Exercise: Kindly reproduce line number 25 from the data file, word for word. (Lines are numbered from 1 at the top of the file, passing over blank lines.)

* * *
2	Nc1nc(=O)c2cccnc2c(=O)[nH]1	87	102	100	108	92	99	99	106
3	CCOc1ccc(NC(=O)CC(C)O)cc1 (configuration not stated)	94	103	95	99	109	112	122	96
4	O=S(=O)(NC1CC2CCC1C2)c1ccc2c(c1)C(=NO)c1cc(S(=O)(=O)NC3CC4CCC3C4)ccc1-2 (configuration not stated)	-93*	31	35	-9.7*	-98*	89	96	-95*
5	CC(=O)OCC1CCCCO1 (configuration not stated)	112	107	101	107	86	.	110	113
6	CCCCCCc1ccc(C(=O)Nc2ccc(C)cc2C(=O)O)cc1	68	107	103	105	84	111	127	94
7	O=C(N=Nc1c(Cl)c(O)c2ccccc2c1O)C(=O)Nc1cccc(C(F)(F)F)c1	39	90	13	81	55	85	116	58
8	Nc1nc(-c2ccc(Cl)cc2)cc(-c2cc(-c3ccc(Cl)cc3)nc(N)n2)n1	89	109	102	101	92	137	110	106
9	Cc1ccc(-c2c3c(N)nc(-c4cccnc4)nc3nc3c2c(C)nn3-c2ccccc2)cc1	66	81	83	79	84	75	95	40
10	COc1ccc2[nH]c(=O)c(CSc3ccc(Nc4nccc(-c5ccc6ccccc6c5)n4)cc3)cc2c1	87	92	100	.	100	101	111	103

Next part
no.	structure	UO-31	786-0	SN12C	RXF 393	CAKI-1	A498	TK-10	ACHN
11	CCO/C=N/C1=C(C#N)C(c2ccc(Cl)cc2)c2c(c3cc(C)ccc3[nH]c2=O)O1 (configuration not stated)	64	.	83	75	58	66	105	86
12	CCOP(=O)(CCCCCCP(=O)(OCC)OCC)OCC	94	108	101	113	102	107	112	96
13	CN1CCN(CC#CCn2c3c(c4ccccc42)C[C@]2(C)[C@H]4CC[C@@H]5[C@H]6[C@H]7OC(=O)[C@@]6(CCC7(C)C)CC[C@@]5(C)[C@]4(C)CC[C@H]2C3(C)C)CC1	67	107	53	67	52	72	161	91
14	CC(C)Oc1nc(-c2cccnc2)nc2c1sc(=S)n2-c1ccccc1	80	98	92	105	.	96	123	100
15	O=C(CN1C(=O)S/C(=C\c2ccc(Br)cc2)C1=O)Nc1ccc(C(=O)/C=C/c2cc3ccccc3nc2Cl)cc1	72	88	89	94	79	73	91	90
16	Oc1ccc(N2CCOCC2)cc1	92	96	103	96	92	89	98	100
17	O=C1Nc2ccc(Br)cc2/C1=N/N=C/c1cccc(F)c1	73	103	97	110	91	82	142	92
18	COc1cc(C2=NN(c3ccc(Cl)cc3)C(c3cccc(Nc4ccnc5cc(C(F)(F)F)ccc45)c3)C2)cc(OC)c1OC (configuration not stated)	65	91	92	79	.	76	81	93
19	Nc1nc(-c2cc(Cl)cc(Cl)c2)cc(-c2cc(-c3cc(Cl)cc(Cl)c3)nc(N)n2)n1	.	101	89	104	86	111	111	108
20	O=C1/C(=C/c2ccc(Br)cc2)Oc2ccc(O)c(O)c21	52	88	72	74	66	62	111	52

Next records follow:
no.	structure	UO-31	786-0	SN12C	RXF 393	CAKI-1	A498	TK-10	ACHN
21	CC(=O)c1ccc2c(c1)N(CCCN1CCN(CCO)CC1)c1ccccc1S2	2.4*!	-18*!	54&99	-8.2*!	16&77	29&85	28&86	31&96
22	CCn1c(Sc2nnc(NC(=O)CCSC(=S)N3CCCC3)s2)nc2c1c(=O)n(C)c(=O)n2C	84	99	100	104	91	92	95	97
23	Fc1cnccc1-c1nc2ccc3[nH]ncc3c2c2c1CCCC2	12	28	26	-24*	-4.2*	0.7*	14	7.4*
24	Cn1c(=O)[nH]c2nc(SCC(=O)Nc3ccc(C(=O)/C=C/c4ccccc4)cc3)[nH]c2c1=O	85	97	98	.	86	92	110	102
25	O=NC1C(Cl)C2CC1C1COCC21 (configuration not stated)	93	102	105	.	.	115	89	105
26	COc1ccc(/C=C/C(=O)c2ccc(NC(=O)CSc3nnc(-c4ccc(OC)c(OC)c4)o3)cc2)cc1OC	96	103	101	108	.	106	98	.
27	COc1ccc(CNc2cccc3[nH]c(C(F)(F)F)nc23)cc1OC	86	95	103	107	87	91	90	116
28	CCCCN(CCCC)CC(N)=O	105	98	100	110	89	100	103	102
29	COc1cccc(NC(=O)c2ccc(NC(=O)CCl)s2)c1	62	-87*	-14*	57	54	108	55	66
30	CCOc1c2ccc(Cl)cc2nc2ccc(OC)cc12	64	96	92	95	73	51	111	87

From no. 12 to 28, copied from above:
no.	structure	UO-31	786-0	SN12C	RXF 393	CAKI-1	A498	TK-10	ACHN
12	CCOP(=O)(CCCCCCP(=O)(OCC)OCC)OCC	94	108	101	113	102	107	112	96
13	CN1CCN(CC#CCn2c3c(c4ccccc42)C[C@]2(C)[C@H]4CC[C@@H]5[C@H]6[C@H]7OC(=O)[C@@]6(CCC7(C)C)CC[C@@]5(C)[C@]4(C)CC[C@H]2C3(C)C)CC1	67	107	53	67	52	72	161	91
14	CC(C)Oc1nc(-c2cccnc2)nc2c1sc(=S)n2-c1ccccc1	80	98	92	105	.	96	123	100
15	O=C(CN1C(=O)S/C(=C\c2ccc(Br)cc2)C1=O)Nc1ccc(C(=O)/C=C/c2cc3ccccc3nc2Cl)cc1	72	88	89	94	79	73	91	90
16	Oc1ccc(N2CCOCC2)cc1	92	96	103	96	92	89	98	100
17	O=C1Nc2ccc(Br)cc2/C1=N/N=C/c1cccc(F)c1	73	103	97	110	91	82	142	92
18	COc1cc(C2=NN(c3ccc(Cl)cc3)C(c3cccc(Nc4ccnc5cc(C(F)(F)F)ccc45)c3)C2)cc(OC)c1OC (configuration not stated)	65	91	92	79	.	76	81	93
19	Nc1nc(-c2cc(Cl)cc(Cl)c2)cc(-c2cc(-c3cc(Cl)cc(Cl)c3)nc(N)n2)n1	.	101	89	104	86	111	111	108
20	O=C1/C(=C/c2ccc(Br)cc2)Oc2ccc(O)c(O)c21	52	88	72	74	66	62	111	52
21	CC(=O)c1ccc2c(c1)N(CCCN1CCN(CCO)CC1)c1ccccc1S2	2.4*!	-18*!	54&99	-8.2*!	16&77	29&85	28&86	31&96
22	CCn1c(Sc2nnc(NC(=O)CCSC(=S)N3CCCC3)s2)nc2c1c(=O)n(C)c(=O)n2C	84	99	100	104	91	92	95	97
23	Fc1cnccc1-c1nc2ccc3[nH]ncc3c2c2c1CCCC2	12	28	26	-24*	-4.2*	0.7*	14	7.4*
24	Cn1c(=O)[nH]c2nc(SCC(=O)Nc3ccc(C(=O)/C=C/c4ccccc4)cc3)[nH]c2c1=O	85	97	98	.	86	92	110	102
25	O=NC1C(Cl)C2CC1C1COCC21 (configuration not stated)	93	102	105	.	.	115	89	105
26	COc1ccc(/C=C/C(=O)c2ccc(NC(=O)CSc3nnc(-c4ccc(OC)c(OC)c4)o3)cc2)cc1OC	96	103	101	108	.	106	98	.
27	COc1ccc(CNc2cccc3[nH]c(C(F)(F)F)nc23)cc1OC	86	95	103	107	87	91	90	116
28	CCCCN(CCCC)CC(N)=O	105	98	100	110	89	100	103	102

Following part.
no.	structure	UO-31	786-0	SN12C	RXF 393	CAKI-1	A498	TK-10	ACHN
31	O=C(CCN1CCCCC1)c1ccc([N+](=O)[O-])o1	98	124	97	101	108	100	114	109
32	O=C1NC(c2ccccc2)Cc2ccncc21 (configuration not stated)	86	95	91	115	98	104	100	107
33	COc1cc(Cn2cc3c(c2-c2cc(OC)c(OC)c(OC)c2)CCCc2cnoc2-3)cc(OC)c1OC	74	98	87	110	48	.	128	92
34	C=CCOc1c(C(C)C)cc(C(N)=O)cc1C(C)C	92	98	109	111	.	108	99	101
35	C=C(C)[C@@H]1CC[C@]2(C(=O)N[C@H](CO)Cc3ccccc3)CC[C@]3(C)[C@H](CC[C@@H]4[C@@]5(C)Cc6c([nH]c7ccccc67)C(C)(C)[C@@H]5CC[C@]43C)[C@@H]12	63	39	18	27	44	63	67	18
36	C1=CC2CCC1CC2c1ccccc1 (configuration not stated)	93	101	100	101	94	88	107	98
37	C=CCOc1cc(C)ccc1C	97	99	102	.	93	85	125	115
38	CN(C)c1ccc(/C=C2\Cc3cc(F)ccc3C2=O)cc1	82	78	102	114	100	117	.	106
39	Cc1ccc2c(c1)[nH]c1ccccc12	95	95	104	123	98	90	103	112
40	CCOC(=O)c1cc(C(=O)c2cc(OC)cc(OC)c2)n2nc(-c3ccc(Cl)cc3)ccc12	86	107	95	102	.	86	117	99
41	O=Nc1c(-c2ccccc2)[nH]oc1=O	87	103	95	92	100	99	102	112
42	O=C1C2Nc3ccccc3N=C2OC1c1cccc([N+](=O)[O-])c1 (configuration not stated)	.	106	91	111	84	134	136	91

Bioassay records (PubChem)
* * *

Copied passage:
22	CCn1c(Sc2nnc(NC(=O)CCSC(=S)N3CCCC3)s2)nc2c1c(=O)n(C)c(=O)n2C	84	99	100	104	91	92	95	97